Elizabeth Dole has always been the perfect lady, a credit to her native South and her family. Even in surrender, she exhibited no rancor. Now we may find out if she is the perfect wife as well.

Her husband, Bob Dole--"my precious husband" as she called him at her farewell news conference Wednesday, startling him as much as her audience--has strong presidential preferences. Arizona Sen. John McCain had been his first choice, even when his wife was still a contender. In a treacherous interview with the New York Times's Rick Berke, the 1996 Republican nominee confided that he was anxious to help keep McCain in the race.

McCain and Dole have the deep affinity of fellow veterans. After a stint with Texas Sen. Phil Gramm in the 1996 race, McCain switched to Dole and made the best speech of the Republican convention in nominating him. By the end of the race, McCain had become Dole's confidant and almost-constant traveling companion.

In bowing out, Elizabeth Dole declined to endorse anyone else. Maybe the Doles are united in a high opinion of the struggling McCain. Or she might show her independence by joining the parade for the "inevitable" George W., who might pick her for his ticket.

Always genteel, she placed all the blame for her retreat on money. This was subliminal help for McCain in that he got clobbered in the Senate last week again on his biggest issue, campaign finance reform. Certainly it is a good story. Who could go up against the $60 million Bush advantage or the bottomless pockets of Steve Forbes?

But it is not the whole story. A handful of others, all paupers by Bush-Forbes standards, are staying in. Gary Bauer hangs tough because he has a cause: abortion, an emotional subject with some. Alan Keyes, a candidate who is even more obscure, never goes anywhere, and so his persistence is cost-free. McCain has a solid-gold biography and maybe a sleeper issue in campaign spending. Utah Sen. Orrin Hatch has nothing to lose: He stands at zero in polls in New Hampshire, the first primary state.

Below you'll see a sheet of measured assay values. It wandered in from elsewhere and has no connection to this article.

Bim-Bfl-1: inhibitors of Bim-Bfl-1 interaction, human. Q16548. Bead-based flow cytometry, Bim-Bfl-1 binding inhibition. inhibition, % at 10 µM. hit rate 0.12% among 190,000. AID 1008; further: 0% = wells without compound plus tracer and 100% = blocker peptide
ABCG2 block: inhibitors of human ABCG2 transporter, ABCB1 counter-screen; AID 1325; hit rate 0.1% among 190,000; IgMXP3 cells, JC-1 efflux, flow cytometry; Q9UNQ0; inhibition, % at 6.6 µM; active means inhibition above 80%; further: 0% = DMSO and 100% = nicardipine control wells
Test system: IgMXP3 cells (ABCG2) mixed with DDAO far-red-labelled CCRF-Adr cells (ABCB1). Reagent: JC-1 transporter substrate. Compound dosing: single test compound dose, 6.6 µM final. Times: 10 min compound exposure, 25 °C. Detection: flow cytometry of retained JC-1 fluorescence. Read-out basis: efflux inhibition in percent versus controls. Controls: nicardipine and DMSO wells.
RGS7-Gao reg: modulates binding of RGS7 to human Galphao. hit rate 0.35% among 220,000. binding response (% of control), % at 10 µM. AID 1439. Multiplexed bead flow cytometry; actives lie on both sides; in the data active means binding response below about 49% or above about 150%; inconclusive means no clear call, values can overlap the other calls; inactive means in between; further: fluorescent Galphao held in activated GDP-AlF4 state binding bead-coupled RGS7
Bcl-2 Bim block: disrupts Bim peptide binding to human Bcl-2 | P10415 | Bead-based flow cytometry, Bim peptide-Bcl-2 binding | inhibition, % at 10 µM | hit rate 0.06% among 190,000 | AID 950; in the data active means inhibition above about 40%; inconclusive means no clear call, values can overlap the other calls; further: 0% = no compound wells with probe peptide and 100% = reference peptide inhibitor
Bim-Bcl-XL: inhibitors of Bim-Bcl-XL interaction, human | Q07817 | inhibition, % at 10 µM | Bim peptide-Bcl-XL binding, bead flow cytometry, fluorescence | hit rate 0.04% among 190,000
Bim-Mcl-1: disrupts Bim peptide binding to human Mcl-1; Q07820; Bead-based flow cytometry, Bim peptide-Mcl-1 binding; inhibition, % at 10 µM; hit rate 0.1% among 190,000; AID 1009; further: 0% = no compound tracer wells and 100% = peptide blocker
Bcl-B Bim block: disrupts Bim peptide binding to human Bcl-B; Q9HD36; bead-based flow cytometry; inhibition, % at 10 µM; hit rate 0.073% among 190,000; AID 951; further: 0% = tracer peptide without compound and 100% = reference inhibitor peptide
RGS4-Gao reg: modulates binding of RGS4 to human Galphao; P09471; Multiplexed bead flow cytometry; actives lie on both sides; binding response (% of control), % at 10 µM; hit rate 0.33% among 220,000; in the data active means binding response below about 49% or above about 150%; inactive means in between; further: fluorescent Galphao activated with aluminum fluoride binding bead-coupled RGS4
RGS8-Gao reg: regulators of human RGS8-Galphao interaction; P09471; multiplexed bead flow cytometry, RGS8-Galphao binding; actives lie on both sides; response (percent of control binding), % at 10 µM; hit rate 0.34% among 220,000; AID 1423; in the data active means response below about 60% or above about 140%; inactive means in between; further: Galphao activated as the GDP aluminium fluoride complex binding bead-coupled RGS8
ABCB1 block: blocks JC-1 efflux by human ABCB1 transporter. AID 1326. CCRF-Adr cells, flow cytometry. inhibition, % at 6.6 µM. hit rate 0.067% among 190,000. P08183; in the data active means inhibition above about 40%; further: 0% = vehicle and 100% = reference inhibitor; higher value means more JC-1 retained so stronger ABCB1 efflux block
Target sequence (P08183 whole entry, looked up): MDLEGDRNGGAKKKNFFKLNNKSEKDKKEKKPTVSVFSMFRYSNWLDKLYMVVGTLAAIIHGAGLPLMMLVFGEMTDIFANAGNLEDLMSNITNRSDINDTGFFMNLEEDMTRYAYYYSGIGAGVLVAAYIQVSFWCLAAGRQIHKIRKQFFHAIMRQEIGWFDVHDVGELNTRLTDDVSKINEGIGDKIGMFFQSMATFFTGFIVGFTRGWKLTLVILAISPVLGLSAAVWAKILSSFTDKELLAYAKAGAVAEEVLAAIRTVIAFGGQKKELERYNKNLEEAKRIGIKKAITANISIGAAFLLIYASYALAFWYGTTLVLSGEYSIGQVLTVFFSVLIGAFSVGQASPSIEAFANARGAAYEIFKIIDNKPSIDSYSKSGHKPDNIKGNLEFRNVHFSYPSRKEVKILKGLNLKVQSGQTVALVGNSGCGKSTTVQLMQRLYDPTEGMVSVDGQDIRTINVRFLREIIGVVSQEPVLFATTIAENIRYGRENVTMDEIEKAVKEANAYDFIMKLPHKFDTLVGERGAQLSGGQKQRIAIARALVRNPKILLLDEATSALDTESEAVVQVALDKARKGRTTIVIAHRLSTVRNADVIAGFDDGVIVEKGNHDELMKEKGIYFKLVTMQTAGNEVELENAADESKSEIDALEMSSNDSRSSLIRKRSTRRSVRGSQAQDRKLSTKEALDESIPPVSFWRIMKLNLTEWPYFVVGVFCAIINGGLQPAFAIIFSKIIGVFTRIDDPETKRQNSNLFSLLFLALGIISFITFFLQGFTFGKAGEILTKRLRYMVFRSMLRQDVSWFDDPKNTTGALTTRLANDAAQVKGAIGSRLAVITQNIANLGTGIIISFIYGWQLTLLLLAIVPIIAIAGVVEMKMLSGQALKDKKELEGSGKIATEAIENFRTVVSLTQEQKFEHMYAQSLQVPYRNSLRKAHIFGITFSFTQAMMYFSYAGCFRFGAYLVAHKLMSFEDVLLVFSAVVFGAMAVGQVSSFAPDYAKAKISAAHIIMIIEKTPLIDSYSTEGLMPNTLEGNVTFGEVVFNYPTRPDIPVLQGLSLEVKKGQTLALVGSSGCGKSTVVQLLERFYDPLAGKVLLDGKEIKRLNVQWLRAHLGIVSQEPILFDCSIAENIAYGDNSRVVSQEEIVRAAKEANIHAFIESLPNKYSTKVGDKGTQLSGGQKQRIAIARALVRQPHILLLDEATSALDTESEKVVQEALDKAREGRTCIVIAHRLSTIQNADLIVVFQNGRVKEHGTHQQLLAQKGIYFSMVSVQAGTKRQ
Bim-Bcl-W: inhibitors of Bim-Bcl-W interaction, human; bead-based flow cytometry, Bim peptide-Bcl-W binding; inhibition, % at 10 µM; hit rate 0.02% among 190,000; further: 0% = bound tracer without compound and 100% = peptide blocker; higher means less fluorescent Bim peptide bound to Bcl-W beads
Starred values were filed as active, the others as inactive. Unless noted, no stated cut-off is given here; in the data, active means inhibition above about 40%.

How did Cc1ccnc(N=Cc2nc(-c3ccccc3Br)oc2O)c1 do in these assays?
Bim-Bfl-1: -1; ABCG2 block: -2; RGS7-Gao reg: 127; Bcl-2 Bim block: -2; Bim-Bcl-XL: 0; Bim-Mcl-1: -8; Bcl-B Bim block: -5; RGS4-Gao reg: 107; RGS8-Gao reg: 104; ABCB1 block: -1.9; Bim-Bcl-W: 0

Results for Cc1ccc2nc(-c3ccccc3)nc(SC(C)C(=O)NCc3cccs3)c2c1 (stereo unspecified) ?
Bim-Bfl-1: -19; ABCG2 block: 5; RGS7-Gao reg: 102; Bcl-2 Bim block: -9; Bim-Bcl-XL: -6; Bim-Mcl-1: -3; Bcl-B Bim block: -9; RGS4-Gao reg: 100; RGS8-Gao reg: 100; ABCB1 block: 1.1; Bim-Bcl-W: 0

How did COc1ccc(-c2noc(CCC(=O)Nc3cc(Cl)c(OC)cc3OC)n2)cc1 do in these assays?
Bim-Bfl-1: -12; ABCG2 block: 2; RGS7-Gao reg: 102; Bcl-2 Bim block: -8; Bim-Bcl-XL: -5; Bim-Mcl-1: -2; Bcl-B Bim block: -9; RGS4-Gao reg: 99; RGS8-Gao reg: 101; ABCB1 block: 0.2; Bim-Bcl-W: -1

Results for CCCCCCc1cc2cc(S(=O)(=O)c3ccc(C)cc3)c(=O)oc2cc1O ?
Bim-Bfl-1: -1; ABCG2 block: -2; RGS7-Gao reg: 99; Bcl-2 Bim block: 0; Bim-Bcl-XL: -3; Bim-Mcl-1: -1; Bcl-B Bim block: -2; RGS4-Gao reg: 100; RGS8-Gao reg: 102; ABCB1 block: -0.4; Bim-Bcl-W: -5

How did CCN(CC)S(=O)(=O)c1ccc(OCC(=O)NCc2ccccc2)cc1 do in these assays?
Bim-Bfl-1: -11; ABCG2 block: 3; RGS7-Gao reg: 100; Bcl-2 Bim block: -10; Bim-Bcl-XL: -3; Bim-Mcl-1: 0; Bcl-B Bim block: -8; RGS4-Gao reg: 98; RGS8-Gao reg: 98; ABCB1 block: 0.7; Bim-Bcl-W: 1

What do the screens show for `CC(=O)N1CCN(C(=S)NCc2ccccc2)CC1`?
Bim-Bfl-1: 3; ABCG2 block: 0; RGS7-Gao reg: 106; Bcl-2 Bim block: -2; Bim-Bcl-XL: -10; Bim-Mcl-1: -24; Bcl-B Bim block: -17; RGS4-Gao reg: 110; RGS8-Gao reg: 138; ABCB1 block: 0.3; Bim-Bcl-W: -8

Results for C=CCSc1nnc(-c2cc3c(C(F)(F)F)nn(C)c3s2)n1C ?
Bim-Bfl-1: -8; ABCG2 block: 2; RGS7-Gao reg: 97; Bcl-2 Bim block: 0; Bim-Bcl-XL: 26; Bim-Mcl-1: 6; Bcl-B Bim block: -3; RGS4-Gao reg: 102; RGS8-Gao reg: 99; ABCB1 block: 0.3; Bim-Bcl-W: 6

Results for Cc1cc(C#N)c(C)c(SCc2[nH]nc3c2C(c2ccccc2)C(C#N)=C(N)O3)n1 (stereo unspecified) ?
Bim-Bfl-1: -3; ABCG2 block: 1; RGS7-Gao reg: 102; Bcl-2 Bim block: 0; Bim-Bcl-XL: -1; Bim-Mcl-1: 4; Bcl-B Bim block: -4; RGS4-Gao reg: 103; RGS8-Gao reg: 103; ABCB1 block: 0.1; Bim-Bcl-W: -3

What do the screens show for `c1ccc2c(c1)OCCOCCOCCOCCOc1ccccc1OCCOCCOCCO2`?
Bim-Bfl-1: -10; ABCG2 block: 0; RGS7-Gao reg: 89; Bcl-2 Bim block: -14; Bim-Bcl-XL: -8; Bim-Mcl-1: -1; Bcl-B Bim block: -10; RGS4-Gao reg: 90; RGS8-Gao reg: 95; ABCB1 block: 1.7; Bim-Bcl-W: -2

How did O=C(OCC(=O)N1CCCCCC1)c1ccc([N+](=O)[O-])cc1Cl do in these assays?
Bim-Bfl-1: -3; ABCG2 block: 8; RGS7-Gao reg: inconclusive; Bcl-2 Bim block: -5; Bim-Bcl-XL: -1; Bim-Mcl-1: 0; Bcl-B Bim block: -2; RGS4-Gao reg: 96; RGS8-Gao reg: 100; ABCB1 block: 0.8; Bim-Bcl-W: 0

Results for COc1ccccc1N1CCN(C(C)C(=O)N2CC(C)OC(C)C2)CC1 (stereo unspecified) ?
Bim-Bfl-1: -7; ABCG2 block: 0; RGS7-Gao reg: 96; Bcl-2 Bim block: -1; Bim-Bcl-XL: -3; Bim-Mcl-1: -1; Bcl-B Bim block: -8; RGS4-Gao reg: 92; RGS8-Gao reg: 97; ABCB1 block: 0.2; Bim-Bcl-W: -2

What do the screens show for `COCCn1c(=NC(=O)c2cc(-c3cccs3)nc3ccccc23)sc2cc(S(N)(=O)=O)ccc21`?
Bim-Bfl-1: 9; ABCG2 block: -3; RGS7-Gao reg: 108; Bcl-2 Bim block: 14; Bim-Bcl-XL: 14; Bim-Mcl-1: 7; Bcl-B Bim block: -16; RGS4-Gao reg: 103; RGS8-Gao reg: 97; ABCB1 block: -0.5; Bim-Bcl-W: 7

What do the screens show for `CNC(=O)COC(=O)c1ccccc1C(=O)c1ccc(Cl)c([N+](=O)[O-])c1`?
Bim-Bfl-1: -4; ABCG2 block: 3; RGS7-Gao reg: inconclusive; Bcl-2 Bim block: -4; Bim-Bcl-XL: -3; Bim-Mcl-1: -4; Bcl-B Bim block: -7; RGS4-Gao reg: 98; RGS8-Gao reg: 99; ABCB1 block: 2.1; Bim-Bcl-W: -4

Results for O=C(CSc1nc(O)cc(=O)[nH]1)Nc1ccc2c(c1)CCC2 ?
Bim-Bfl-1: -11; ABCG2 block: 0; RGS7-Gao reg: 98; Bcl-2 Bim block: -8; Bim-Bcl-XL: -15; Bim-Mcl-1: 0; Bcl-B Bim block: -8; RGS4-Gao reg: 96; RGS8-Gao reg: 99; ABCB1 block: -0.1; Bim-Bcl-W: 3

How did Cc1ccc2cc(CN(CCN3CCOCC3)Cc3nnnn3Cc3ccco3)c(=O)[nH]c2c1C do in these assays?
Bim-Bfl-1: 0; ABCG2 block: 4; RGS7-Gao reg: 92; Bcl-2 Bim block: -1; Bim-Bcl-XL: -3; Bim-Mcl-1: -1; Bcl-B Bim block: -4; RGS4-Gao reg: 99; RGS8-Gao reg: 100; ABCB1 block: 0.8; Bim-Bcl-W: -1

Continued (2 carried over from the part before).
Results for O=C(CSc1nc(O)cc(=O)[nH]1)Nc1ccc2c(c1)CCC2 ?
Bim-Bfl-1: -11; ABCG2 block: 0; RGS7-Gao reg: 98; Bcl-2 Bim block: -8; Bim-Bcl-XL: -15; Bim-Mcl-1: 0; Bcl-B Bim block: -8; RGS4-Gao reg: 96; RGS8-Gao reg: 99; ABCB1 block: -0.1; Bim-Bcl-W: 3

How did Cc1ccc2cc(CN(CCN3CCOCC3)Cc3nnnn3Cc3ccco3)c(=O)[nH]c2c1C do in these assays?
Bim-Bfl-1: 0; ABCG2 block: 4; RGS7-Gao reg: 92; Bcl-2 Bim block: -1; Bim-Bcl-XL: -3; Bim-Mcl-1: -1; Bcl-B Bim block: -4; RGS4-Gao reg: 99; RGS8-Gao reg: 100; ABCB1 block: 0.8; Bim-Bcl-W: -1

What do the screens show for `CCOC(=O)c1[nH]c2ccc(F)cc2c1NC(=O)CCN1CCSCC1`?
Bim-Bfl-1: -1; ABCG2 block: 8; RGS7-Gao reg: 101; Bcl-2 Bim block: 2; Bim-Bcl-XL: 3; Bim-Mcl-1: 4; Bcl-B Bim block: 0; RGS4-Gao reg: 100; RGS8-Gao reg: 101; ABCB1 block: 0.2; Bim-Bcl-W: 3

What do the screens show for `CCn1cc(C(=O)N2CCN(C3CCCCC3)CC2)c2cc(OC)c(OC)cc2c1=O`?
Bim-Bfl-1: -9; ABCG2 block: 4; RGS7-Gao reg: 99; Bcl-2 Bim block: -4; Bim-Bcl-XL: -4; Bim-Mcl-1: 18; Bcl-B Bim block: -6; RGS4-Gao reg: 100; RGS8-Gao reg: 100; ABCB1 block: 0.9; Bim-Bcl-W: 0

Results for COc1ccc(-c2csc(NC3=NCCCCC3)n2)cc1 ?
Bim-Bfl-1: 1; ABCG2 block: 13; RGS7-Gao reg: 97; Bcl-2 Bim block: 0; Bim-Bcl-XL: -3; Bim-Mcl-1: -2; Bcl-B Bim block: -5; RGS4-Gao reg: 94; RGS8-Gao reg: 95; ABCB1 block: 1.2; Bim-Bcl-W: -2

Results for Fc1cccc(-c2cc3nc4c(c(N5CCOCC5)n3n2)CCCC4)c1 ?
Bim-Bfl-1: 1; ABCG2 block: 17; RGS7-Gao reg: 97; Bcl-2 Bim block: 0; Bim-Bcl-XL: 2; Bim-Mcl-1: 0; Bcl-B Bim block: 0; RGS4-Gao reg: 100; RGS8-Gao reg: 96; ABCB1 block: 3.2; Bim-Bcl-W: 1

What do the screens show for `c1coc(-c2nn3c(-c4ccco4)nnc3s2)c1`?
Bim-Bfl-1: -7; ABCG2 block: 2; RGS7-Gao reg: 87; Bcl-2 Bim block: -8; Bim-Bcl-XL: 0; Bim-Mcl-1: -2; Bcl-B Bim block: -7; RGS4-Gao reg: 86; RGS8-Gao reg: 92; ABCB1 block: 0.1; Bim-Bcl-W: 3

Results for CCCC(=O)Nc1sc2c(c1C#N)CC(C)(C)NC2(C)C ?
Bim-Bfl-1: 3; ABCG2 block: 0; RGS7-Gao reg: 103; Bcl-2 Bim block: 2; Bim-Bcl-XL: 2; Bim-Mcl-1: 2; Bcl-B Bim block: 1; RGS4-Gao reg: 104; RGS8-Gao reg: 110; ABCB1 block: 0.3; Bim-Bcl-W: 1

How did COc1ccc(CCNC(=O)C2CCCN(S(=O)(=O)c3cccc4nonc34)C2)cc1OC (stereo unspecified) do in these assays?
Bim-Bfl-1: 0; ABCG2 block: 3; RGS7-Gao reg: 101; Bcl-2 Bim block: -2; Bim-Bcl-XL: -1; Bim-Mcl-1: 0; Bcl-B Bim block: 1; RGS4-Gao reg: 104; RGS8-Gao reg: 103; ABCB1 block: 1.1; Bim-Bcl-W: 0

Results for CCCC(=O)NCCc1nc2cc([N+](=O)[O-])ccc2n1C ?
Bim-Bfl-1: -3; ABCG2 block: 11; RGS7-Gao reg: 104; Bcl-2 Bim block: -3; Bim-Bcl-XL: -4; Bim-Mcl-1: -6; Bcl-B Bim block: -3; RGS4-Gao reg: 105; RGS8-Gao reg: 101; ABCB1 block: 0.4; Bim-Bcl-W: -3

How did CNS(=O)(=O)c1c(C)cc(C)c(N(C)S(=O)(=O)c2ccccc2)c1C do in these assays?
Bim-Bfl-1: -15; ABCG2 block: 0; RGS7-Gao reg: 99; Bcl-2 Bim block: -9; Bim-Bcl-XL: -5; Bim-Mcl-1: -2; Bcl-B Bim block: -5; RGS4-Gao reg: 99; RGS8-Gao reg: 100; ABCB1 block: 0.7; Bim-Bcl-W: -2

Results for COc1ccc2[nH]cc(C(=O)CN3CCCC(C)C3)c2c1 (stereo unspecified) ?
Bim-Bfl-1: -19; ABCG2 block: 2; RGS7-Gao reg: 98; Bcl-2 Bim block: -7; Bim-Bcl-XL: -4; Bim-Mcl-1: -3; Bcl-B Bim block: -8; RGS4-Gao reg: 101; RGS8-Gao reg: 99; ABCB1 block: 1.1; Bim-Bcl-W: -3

It may have been a lack of message rather than an absence of money that did in Elizabeth Dole. She pulled in many women, but did not campaign on women's issues. Some men called her "a Stepford wife," an over-programmed perfectionist. And women from outside the South found her deep-fried effusiveness off-putting--they could not identify with a woman who calls her husband precious, an adjective they might give a baby but never a husband.

She made a speech about gun control in pro-gun New Hampshire, which was notable for a conservative Republican. She was sharp and specific and pleased the left. The right approved her strong statements on the need for a military buildup. But her campaign had no driving theme. Pros frowned at her failure to capitalize on her better-than-expected showing in the Iowa straw poll: She took a two-week vacation instead of making a fund-raising push. Despite her considerable credentials, she brought only a skirt to the proceedings and in the end offered only the novelty of the first serious presidential run by a woman.

The immediate Washington reaction was a bounce for Bush. Six House Republicans who had been supporting Dole immediately switched to his camp, bringing to 160 the number of endorsements he enjoys.

In New Hampshire, where things are heating up three months in advance of any balloting, McCain is frantically wooing disconsolate Dole workers. He may have a slight edge with them, as they are mostly female newcomers to politics and turned off by the political establishment as represented by Bush. Dole's withdrawal has brought McCain, who is moving up in the polls, closer to his dream of a two-man race. A perverse element in the first primary state always needs to be factored in. There are those who like to liven up the long winter every four years by tripping up a sure thing.

New Hampshire Democrats who have not so secretly yearned for McCain--and could change their registration to vote for him in the February primary--may be cooled off by his recent vote against the Comprehensive Test Ban Treaty. Al Gore is making Republican rejection of the treaty the top issue in his campaign. McCain's explanation--that he was following the advice of old Cold Warriors such as Henry Kissinger--does not enhance his image as an independent foreign policy thinker.

Local politicos advise that the test ban does not cut. Campaign finance reform, however, has resonance because New Hampshire remembers the Claremont compact of 1995, wherein Bill Clinton and then-House Speaker Newt Gingrich promised action.

Has Dole improved her chances to be a running mate? The Bush folks wish she had stayed in a little longer to distract McCain. On Decision Day, Republicans will perhaps be most guided by what the Democrats do. If they go for a woman on their ticket, the Republicans are almost bound to do likewise.